The forests of the Rio Chido watershed support several threatened and endemic bird species, including the Russet-mantled Softtail, Pale-billed Antpitta, Rusty-tinged Antpitta, Johnson’s Tody-Tyrant, and Rufous-browed Hemispingus. For this reason the Rio Chido area has long been popular with intrepid bird watchers willing to explore the remaining forests. Meanwhile, the drier and lower forests of the expanded easement at Huembo support two threatened hummingbird species: the Marvelous Spatuletail and Little Woodstar.
These newly protected community lands are just part of the recent success achieved in northern Peru by ECOAN and ABC. Previously in 2013, ABC and ECOAN purchased three properties spanning 412 acres to secure former private lands to expand the Abra Patricia Reserve (formally known as the Abra Patricia-Alto Nieva Private Conservation Area). The area is recognized by the Alliance for Zero Extinction as a critical site for both the endangered Long-whiskered Owlet and endangered Ochre-fronted Antpitta.
Reforestation work continues in the area as well, with 89,000 trees and coffee bushes planted or scheduled for planting during April 2013 in communities surrounding the Huembo and Abra Patricia reserves, involving the communities of San Lorenzo, Chido, and Pomacochas. ABC and ECOAN also completed a tree nursery with the capacity to produce 13,000 saplings annually at the community of La Union, just north of the Abra Patricia Reserve.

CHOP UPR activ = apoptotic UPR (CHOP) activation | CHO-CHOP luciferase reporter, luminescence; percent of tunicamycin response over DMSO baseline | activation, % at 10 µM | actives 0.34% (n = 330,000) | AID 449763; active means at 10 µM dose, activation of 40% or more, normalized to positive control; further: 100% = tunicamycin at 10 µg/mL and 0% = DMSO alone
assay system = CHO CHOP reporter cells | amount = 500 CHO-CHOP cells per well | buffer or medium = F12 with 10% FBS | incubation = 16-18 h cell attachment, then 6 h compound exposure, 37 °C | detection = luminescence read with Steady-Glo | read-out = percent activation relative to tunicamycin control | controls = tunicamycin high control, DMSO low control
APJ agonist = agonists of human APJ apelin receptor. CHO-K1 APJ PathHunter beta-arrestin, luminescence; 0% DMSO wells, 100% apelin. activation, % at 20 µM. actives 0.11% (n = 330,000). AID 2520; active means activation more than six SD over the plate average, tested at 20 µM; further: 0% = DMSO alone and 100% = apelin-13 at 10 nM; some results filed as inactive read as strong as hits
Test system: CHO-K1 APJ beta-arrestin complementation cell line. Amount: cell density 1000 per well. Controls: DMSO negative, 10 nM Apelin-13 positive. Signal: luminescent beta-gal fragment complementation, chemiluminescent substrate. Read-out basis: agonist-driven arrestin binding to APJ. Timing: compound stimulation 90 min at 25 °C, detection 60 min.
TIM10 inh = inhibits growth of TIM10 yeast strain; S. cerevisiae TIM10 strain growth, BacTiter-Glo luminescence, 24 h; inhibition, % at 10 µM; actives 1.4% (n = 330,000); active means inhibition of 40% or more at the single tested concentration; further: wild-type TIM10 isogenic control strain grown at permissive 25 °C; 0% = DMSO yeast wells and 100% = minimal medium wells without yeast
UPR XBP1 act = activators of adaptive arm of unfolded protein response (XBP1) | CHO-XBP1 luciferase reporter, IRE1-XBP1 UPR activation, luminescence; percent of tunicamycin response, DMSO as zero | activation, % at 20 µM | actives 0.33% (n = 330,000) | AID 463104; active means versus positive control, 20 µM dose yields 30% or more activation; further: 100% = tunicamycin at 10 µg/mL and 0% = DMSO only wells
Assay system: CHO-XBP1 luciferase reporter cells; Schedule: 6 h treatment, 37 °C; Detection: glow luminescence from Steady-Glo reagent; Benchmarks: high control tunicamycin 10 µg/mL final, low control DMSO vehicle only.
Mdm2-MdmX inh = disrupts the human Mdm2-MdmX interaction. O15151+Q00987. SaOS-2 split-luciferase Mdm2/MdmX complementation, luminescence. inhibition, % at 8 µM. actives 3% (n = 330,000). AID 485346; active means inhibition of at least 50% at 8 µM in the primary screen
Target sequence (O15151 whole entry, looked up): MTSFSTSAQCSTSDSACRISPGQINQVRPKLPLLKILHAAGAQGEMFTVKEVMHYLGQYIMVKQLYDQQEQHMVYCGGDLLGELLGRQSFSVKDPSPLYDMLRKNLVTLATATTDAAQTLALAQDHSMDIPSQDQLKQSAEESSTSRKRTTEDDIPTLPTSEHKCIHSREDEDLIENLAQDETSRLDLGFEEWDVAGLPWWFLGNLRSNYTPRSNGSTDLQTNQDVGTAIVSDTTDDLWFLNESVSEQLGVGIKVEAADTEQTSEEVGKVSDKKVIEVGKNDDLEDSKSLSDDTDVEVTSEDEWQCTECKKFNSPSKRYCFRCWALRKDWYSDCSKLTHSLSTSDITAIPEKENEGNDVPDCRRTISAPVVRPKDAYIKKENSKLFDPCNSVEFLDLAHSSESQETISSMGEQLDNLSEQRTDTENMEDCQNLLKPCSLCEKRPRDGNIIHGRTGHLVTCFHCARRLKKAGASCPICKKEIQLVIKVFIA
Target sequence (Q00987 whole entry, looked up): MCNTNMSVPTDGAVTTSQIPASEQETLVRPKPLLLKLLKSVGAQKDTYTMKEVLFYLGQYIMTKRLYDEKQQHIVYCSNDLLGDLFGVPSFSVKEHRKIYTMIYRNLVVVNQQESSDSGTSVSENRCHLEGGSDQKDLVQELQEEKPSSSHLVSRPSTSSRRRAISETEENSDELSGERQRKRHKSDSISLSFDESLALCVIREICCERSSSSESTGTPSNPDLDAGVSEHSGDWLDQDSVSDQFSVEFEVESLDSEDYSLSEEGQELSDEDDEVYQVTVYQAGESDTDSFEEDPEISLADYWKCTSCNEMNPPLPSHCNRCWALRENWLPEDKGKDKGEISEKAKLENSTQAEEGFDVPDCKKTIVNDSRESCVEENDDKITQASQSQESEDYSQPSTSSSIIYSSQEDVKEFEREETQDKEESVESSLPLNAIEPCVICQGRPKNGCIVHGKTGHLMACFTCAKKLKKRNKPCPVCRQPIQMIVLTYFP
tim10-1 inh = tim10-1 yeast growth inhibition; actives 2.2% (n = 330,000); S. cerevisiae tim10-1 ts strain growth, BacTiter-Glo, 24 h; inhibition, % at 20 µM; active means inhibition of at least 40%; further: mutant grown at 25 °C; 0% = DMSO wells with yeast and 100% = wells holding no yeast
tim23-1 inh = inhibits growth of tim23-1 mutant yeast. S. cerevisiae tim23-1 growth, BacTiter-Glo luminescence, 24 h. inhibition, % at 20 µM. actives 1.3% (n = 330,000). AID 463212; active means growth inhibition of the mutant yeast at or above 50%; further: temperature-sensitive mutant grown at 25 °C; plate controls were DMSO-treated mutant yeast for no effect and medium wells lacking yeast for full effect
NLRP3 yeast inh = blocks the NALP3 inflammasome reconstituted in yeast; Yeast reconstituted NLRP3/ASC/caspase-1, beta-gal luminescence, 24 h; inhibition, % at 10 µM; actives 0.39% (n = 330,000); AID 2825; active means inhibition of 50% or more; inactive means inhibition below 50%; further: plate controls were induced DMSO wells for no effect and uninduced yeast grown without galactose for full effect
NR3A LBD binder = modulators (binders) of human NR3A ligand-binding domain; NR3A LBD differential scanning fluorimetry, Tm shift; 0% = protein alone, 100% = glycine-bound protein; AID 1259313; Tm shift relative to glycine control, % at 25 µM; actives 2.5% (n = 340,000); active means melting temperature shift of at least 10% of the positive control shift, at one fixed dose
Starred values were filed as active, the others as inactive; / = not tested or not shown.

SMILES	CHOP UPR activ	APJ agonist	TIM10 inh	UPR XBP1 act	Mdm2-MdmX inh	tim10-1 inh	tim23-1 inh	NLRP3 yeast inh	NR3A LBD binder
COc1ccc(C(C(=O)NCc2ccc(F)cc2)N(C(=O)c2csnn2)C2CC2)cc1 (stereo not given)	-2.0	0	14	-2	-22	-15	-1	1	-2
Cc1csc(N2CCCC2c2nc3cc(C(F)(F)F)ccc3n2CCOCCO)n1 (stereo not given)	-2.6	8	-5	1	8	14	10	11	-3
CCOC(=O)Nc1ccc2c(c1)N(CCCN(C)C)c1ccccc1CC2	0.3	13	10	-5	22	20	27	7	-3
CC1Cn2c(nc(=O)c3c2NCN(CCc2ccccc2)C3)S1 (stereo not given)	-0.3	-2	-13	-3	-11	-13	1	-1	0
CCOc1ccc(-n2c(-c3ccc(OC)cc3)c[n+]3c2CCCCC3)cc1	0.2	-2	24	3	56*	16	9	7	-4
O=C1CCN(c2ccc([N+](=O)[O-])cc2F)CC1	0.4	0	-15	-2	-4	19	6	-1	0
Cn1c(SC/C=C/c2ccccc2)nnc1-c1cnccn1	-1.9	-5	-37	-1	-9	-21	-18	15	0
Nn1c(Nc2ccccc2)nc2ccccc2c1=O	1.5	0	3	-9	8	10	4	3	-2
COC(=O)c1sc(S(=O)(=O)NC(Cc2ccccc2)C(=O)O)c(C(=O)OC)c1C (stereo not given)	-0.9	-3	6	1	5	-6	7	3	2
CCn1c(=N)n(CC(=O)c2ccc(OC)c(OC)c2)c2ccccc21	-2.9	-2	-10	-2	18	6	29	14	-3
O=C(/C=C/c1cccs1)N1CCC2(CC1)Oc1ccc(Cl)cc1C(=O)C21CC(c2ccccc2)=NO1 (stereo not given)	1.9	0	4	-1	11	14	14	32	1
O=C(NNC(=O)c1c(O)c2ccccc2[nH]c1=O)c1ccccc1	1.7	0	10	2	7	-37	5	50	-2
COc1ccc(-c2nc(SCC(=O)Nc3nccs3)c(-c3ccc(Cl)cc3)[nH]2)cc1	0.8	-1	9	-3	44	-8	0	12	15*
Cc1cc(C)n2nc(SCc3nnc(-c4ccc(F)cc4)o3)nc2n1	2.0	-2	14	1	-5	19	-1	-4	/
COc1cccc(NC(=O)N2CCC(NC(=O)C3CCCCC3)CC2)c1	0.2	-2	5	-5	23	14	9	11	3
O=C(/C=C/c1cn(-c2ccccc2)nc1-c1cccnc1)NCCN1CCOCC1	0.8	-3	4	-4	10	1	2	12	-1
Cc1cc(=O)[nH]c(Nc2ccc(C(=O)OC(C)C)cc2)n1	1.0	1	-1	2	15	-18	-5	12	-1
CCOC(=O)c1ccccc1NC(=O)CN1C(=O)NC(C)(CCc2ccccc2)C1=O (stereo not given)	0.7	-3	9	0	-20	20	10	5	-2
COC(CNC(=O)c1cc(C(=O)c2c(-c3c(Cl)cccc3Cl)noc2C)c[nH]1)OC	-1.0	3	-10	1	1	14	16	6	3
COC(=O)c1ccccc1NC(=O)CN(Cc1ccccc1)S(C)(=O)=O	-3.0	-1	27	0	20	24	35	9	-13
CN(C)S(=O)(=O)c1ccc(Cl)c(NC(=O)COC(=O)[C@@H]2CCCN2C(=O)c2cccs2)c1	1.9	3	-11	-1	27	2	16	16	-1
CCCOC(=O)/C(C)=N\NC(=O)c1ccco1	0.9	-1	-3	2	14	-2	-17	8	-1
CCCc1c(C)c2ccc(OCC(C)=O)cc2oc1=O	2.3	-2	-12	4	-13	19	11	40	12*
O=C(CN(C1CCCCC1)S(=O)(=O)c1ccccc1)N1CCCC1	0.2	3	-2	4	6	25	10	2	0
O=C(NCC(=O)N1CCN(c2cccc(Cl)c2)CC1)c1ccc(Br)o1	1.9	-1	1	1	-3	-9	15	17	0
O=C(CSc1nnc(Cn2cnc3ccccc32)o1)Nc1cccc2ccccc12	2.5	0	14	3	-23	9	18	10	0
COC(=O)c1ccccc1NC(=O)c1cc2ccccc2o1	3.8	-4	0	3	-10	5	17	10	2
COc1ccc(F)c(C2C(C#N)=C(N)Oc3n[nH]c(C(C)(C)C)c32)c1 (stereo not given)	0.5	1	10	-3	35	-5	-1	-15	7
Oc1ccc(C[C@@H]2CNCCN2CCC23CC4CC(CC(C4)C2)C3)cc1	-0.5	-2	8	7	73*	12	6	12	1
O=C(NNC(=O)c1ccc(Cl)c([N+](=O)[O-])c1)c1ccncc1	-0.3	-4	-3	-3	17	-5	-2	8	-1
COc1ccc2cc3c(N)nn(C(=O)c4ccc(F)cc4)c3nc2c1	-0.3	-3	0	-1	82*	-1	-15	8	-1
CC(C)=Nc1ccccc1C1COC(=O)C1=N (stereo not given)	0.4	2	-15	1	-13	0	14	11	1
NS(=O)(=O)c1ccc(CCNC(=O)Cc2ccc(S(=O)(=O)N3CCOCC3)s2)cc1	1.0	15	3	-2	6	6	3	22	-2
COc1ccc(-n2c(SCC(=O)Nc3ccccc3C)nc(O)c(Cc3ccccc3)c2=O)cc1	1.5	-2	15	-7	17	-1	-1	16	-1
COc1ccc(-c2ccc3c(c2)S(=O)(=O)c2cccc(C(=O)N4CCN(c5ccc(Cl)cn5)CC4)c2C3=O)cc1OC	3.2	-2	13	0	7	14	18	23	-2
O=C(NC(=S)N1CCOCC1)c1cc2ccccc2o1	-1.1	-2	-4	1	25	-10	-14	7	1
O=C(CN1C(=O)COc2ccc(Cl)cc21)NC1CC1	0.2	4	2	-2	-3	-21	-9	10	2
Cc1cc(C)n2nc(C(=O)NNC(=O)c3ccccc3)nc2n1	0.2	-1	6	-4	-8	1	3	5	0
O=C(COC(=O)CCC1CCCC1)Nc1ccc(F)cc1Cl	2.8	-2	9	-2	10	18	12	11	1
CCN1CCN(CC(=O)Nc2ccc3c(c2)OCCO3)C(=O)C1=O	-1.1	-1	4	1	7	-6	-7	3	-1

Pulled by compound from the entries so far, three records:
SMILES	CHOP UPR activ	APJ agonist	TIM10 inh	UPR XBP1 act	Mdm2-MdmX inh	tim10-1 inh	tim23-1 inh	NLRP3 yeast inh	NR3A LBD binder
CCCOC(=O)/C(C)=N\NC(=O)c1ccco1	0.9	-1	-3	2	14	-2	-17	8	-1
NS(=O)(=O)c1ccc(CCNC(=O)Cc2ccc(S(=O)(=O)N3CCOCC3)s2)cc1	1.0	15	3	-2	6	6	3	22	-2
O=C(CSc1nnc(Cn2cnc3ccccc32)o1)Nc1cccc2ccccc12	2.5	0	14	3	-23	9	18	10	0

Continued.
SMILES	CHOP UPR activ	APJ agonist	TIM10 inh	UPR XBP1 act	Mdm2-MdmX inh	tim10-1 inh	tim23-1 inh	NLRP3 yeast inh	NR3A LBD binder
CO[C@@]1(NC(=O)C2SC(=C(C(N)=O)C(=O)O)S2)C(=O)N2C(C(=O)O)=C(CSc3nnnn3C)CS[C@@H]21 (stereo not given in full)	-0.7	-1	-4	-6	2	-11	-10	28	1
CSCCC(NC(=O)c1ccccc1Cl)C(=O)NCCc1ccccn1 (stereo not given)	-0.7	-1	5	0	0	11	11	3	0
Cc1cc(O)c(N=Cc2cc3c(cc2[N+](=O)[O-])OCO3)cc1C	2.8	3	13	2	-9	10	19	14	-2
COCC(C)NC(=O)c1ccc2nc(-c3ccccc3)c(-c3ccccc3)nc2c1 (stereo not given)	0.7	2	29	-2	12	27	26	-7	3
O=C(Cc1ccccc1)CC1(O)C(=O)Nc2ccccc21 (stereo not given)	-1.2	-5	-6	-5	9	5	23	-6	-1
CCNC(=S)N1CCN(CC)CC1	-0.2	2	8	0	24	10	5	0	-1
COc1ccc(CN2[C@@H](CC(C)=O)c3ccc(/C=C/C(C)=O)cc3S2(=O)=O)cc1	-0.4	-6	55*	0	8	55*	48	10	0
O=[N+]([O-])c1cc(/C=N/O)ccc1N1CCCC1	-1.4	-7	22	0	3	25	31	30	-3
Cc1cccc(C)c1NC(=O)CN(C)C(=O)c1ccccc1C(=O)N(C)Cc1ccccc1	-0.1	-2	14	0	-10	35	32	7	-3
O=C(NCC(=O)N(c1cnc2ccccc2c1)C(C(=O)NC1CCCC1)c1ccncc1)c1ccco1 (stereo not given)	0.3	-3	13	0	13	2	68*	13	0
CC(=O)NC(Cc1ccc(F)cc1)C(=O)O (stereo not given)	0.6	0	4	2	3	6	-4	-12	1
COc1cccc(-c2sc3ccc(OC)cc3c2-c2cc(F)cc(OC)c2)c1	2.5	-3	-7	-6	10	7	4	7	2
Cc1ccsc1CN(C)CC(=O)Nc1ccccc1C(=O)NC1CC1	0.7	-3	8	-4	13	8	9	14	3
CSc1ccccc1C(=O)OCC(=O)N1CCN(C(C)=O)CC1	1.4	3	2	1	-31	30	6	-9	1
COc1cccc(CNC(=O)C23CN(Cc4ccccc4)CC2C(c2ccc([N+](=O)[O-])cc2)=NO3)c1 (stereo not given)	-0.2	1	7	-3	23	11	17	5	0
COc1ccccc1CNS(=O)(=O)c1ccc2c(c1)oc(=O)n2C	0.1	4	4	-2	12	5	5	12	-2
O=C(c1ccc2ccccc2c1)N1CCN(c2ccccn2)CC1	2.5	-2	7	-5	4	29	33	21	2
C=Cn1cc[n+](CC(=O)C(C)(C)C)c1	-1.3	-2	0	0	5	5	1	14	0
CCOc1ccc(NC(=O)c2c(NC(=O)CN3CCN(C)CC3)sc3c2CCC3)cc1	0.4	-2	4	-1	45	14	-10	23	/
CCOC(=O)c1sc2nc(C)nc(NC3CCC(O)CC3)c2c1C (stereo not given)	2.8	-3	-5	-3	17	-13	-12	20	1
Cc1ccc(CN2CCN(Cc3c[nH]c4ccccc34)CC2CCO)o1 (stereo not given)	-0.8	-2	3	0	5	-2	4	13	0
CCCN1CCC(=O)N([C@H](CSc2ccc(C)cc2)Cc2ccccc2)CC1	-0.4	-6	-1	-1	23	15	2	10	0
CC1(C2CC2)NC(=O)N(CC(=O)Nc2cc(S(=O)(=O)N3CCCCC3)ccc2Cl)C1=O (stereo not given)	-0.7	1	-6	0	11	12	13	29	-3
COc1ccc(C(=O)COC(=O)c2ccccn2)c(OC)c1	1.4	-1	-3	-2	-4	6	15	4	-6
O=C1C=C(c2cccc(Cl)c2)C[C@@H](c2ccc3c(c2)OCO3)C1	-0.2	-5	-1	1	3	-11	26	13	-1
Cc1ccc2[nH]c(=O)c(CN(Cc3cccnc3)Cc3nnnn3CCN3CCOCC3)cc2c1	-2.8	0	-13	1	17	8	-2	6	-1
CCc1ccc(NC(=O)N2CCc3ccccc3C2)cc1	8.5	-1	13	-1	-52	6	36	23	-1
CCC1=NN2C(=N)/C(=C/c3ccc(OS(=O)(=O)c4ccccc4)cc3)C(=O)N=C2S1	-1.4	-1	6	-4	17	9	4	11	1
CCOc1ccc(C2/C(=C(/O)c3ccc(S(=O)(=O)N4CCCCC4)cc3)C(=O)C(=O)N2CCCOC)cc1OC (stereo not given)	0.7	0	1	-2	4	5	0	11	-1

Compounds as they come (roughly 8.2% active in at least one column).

Birdwatchers interested in visiting the San Lorenzo area can do so while staying at Huembo or Abra Patricia, and can consult Conservation Birding for more information on lodging at these sites.
Support for the land protection, land acquisition, community programs, and reforestation efforts was provided by the U.S. Fish & Wildlife Service under the Neotropical Migratory Bird Conservation Act, New England BioLabs Foundation, DJ & T Foundation, Patricia & David Davidson, Jeff & Connie Woodman, the Robert W. Wilson Charitable Trust, David Harrison and Joyce Millen, Warren & Cathy Cooke, Mike and Lorna Anderberg, Jeniam Foundation, The Mohamed bin Zayed Species Conservation Fund, and the IUCN NL / Small Grants for the Purchase of Nature (SPN), sponsored by the Netherlands Postcode Lottery.
The Rocky Mountain Raptor Program is asking amateur and professional photographers to submit their favorite photos of birds of prey native to Colorado.
Photographs may be taken in the wild or in captivity.
The top 13 photographs will be included in its 2014 Raptor Photo Calendar and on the organization’s website. Winning photographers will receive a free copy of the calendar, retain copyright of their photos and must give grant the Raptor Program the right to publish their photos.
The photo contest is an important source of revenue for the nonprofit organization. A $20 fee will be collected for each photographer’s first entry, and a fee of $5 for additional photos.
Photos must be received by July 1. Final judging and notification will occur by Aug. 1.
Judy Scherpelz, RMRP executive director, said the photos must be at least 300 dpi at 12 inches wide — approximately 1 MB or larger. “Minor photo image editing is acceptable, but please indicate it,” she said.
All entries must be submitted on a CDR, flash drive or comparable electronic media. Email entries will not be accepted. for details, call 4